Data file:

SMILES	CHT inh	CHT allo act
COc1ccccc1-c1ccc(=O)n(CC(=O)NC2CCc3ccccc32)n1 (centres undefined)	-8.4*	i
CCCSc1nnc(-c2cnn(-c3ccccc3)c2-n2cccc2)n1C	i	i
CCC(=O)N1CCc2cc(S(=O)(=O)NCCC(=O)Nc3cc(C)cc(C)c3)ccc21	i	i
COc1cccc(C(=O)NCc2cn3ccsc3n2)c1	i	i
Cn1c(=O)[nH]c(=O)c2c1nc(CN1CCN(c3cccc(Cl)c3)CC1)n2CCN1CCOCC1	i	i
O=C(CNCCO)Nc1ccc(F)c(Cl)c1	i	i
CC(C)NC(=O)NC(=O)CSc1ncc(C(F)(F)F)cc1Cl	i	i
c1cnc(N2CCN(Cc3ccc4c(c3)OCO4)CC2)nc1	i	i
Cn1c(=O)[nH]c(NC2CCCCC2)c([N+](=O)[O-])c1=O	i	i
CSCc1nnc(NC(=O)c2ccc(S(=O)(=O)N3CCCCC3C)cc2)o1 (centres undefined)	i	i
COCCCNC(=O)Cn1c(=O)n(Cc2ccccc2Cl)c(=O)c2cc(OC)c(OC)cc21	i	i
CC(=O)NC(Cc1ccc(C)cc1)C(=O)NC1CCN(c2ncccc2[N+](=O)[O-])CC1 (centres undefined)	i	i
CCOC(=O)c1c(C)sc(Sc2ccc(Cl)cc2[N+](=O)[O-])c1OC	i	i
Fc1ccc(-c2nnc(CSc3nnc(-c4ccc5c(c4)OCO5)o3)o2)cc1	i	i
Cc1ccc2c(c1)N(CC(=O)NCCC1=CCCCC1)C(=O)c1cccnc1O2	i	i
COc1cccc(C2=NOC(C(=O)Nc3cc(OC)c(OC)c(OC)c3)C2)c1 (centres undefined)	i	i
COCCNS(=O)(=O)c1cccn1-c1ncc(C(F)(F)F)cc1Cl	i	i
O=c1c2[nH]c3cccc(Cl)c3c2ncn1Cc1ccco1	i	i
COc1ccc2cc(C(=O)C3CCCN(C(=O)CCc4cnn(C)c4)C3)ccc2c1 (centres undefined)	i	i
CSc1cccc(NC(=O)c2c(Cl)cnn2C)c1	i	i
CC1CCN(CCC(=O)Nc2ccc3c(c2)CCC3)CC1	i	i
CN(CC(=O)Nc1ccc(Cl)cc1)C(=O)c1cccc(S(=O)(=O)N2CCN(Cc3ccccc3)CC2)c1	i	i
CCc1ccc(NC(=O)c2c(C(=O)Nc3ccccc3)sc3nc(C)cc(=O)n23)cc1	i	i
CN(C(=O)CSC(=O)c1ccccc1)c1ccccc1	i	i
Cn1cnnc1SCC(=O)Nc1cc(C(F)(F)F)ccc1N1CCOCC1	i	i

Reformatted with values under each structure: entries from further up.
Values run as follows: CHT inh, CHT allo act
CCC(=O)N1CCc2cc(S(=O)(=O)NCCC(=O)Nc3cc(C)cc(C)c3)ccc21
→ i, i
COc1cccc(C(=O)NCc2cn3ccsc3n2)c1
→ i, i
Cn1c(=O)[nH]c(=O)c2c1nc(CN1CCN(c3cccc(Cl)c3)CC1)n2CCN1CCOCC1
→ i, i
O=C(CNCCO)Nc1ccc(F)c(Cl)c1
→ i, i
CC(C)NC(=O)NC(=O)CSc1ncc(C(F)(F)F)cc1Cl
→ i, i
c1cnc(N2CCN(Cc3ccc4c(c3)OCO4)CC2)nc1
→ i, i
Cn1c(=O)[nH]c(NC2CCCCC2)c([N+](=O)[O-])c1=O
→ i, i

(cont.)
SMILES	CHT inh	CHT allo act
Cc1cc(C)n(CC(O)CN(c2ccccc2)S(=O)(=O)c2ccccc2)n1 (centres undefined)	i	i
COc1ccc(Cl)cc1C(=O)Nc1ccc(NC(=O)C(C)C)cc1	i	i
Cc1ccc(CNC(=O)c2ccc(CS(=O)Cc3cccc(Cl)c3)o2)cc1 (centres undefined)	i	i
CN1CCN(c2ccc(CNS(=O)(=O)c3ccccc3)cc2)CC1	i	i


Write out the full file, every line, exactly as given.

SMILES	CHT inh	CHT allo act
COc1ccccc1-c1ccc(=O)n(CC(=O)NC2CCc3ccccc32)n1 (centres undefined)	-8.4*	i
CCCSc1nnc(-c2cnn(-c3ccccc3)c2-n2cccc2)n1C	i	i
CCC(=O)N1CCc2cc(S(=O)(=O)NCCC(=O)Nc3cc(C)cc(C)c3)ccc21	i	i
COc1cccc(C(=O)NCc2cn3ccsc3n2)c1	i	i
Cn1c(=O)[nH]c(=O)c2c1nc(CN1CCN(c3cccc(Cl)c3)CC1)n2CCN1CCOCC1	i	i
O=C(CNCCO)Nc1ccc(F)c(Cl)c1	i	i
CC(C)NC(=O)NC(=O)CSc1ncc(C(F)(F)F)cc1Cl	i	i
c1cnc(N2CCN(Cc3ccc4c(c3)OCO4)CC2)nc1	i	i
Cn1c(=O)[nH]c(NC2CCCCC2)c([N+](=O)[O-])c1=O	i	i
CSCc1nnc(NC(=O)c2ccc(S(=O)(=O)N3CCCCC3C)cc2)o1 (centres undefined)	i	i
COCCCNC(=O)Cn1c(=O)n(Cc2ccccc2Cl)c(=O)c2cc(OC)c(OC)cc21	i	i
CC(=O)NC(Cc1ccc(C)cc1)C(=O)NC1CCN(c2ncccc2[N+](=O)[O-])CC1 (centres undefined)	i	i
CCOC(=O)c1c(C)sc(Sc2ccc(Cl)cc2[N+](=O)[O-])c1OC	i	i
Fc1ccc(-c2nnc(CSc3nnc(-c4ccc5c(c4)OCO5)o3)o2)cc1	i	i
Cc1ccc2c(c1)N(CC(=O)NCCC1=CCCCC1)C(=O)c1cccnc1O2	i	i
COc1cccc(C2=NOC(C(=O)Nc3cc(OC)c(OC)c(OC)c3)C2)c1 (centres undefined)	i	i
COCCNS(=O)(=O)c1cccn1-c1ncc(C(F)(F)F)cc1Cl	i	i
O=c1c2[nH]c3cccc(Cl)c3c2ncn1Cc1ccco1	i	i
COc1ccc2cc(C(=O)C3CCCN(C(=O)CCc4cnn(C)c4)C3)ccc2c1 (centres undefined)	i	i
CSc1cccc(NC(=O)c2c(Cl)cnn2C)c1	i	i
CC1CCN(CCC(=O)Nc2ccc3c(c2)CCC3)CC1	i	i
CN(CC(=O)Nc1ccc(Cl)cc1)C(=O)c1cccc(S(=O)(=O)N2CCN(Cc3ccccc3)CC2)c1	i	i
CCc1ccc(NC(=O)c2c(C(=O)Nc3ccccc3)sc3nc(C)cc(=O)n23)cc1	i	i
CN(C(=O)CSC(=O)c1ccccc1)c1ccccc1	i	i
Cn1cnnc1SCC(=O)Nc1cc(C(F)(F)F)ccc1N1CCOCC1	i	i

Reformatted with values under each structure: entries from further up.
Values run as follows: CHT inh, CHT allo act
CCC(=O)N1CCc2cc(S(=O)(=O)NCCC(=O)Nc3cc(C)cc(C)c3)ccc21
→ i, i
COc1cccc(C(=O)NCc2cn3ccsc3n2)c1
→ i, i
Cn1c(=O)[nH]c(=O)c2c1nc(CN1CCN(c3cccc(Cl)c3)CC1)n2CCN1CCOCC1
→ i, i
O=C(CNCCO)Nc1ccc(F)c(Cl)c1
→ i, i
CC(C)NC(=O)NC(=O)CSc1ncc(C(F)(F)F)cc1Cl
→ i, i
c1cnc(N2CCN(Cc3ccc4c(c3)OCO4)CC2)nc1
→ i, i
Cn1c(=O)[nH]c(NC2CCCCC2)c([N+](=O)[O-])c1=O
→ i, i

(cont.)
SMILES	CHT inh	CHT allo act
Cc1cc(C)n(CC(O)CN(c2ccccc2)S(=O)(=O)c2ccccc2)n1 (centres undefined)	i	i
COc1ccc(Cl)cc1C(=O)Nc1ccc(NC(=O)C(C)C)cc1	i	i
Cc1ccc(CNC(=O)c2ccc(CS(=O)Cc3cccc(Cl)c3)o2)cc1 (centres undefined)	i	i
CN1CCN(c2ccc(CNS(=O)(=O)c3ccccc3)cc2)CC1	i	i